Delegates at the 3rd Arab Preparatory Conference on Disaster Risk Reduction, which was hosted by Qatar and wrapped up on Monday (Photo: UNISDR)
By Ragy Saro
CAIRO, 4 May 2017 – Countries from across the Arab region have set out their collective stance ahead of the looming 2017 Global Platform for Disaster Risk Reduction, following similar moves by other parts of the world.
Hosted by Qatar, the 3rd Arab Preparatory Conference on Disaster Risk Reduction came three weeks before the Global Platform gets underway in Cancun, Mexico.
“We need a comprehensive approach to address the challenges of disaster risk reduction in the Arab region,” Mohammed Bin Abudullah Al Rumaihi, Qatar’s Minister of Municipality and Environment, told delegates at the conference, which took place on Sunday and Monday.
“Qatar is pleased to host this important meeting which brings important outcomes that could strengthen our joint cooperation to reduce disaster losses and to build resilience to disasters across the Arab region,” he added.
Within the past three decades, more than 70 million people have been affected by disasters in the Arab region, with 330 separate events resulting in more than 160,000 deaths. Rapid urbanisation, environmental degradation, water scarcity and migration trends were all recognised as drivers of risk across the region, alongside conflicts and political turmoil.
With over 100 participants representing 15 governments, regional and international organizations, civil society, the academic sector and youth, the conference took place in Qatar’s capital Doha.
Delegates wrapped up the event by adopting the Doha Declaration, with a representing a series of comprehensive recommendations towards building resilience to disasters. It follows similar statements issued over recent months by conferences in Africa, the Americas, Asia, Europe and the Pacific regions.
The Doha Declaration focuses on the Arab Strategy for Disaster Risk Reduction 2030, with a strong emphasis on aligning the region’s efforts with the Sendai Framework for Disaster Risk Reduction, a 15-year plan adopted by the international community in 2015.
The conference underlined that translating the Sendai Framework into tangible actions at national level should be done in coherence with other international agreements and processes, including the 2030 Agenda for Sustainable Development and the Paris Agreement on climate change.
“Arab states not only updated the Arab Strategy for Disaster Risk Reduction 2030 to align it with the Sendai Framework, but took important steps towards implementation by identifying a regional mechanism to facilitate disaster risk reduction actions in the Arab region through the League of Arab states,” said Mr. Amjad Abbashar, who heads the Regional Office for the Arab States of the UN Office for Disaster Risk Reduction (UNISDR).
In his speech, Mr. Abbashar extended his thanks to the League of Arab States, and the State of Qatar for hosting the conference, underlining the fact that it came shortly before the Global Platform.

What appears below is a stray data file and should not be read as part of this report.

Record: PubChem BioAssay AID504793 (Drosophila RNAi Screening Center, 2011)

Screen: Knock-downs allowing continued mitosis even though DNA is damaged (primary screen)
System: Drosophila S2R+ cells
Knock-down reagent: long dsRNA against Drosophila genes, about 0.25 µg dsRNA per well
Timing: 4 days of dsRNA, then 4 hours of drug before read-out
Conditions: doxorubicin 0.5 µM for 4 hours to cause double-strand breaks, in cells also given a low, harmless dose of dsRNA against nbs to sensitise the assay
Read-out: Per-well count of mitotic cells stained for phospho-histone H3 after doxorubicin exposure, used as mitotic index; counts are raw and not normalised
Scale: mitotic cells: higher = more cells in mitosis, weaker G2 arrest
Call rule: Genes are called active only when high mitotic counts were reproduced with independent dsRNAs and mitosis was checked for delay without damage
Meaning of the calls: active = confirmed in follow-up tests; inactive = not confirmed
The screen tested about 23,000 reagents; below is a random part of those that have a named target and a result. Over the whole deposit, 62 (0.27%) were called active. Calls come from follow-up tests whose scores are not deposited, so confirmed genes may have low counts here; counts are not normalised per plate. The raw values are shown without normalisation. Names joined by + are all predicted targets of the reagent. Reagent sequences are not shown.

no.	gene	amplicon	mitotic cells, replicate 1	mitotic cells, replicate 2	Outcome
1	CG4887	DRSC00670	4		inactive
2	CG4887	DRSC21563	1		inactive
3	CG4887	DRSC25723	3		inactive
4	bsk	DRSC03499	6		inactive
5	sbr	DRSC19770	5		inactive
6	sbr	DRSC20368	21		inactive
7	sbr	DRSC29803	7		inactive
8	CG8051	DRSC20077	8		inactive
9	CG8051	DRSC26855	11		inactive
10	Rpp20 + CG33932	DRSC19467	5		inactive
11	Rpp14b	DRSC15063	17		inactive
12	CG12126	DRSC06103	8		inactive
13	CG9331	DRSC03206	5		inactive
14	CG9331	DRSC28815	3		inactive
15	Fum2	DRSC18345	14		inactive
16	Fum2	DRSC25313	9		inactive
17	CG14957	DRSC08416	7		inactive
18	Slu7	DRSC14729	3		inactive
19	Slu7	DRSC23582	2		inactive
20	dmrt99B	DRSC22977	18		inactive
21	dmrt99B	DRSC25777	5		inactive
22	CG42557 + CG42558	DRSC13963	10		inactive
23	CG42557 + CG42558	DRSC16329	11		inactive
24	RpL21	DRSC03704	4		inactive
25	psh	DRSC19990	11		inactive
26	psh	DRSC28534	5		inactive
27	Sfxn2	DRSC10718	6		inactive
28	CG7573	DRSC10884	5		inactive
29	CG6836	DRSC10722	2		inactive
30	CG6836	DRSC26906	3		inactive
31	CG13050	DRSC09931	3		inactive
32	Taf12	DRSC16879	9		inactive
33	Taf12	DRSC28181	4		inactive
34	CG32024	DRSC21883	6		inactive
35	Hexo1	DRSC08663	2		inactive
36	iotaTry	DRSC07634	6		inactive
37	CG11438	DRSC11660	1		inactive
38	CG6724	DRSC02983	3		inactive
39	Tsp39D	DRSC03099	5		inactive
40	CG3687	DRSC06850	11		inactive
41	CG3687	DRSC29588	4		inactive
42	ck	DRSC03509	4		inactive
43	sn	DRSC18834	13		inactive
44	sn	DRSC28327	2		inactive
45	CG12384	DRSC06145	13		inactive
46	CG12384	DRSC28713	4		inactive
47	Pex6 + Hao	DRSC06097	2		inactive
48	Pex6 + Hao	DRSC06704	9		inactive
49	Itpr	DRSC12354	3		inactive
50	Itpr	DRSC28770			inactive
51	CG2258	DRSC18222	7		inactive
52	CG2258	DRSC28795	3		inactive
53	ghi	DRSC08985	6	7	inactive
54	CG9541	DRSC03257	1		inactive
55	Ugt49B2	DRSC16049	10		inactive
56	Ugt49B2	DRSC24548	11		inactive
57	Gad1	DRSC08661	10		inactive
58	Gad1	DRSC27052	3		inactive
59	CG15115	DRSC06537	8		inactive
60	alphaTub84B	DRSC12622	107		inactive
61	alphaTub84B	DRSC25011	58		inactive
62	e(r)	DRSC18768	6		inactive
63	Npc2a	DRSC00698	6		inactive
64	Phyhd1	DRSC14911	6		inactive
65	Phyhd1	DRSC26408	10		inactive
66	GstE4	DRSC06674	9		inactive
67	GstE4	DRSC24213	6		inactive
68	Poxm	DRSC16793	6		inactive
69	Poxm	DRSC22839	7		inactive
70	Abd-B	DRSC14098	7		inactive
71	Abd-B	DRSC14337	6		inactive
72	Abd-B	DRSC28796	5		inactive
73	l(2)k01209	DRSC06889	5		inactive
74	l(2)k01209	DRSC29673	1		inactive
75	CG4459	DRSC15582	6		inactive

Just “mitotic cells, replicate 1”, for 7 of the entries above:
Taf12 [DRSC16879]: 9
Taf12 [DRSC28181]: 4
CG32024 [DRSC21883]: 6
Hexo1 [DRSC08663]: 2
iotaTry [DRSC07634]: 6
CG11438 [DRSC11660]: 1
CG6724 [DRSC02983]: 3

The biennial Global Platform is the world’s top disaster risk reduction meeting, and the latest edition, which runs from 22 to 26 May, is particularly important because it is the first since the adoption of the Sendai Framework.
Key elements in the Doha Declaration include the call to develop a strategic work programme with clear priorities in line with the Sendai Framework, with the first milestones being in 2018-2020. The latter year is the Sendai Framework’s target for increasing the number of countries around the world with specific disaster risk reduction plans, which is critical to meeting by 2030 the remaining six targets, including on curbing deaths and economic impacts.
The Doha Declaration also called for a stronger role for science and technology in the Arab region, in line with a global drive launched at a UNISDR conference in January 2016. It emphasised the need to appoint a scientific focal point to represent each country at the Arab Science and Technology Advisory Board, set up in November 2015.
“We hope to put in action the Arab Science and Technology Advisory Board as a mechanism towards supporting the implementation of disaster risk reduction in the Arab region,” said Ambassador Shahira Wahbi, Chief of Natural Resources Sustainability and Partnerships at the League of Arab States.
In addition to strengthening coordination between Arab member states in support of the implementation of the Arab Strategy for Disaster Risk Reduction 2030 and the Sendai Framework, Ambassador Wahbi noted that the League of Arab States will reinvigorate the existing Arab coordination mechanism on disasters, adopted by the region in 2007.
Qatar organised the Doha conference in coordination with UNISDR and the League of Arab States. Besides the host country, the event drew delegates from Algeria, Bahrain, Comoros, Egypt, Iraq, Jordan, Kuwait, Lebanon, Mauritania, Oman, Palestine, Saudi Arabia, Sudan, and Tunisia.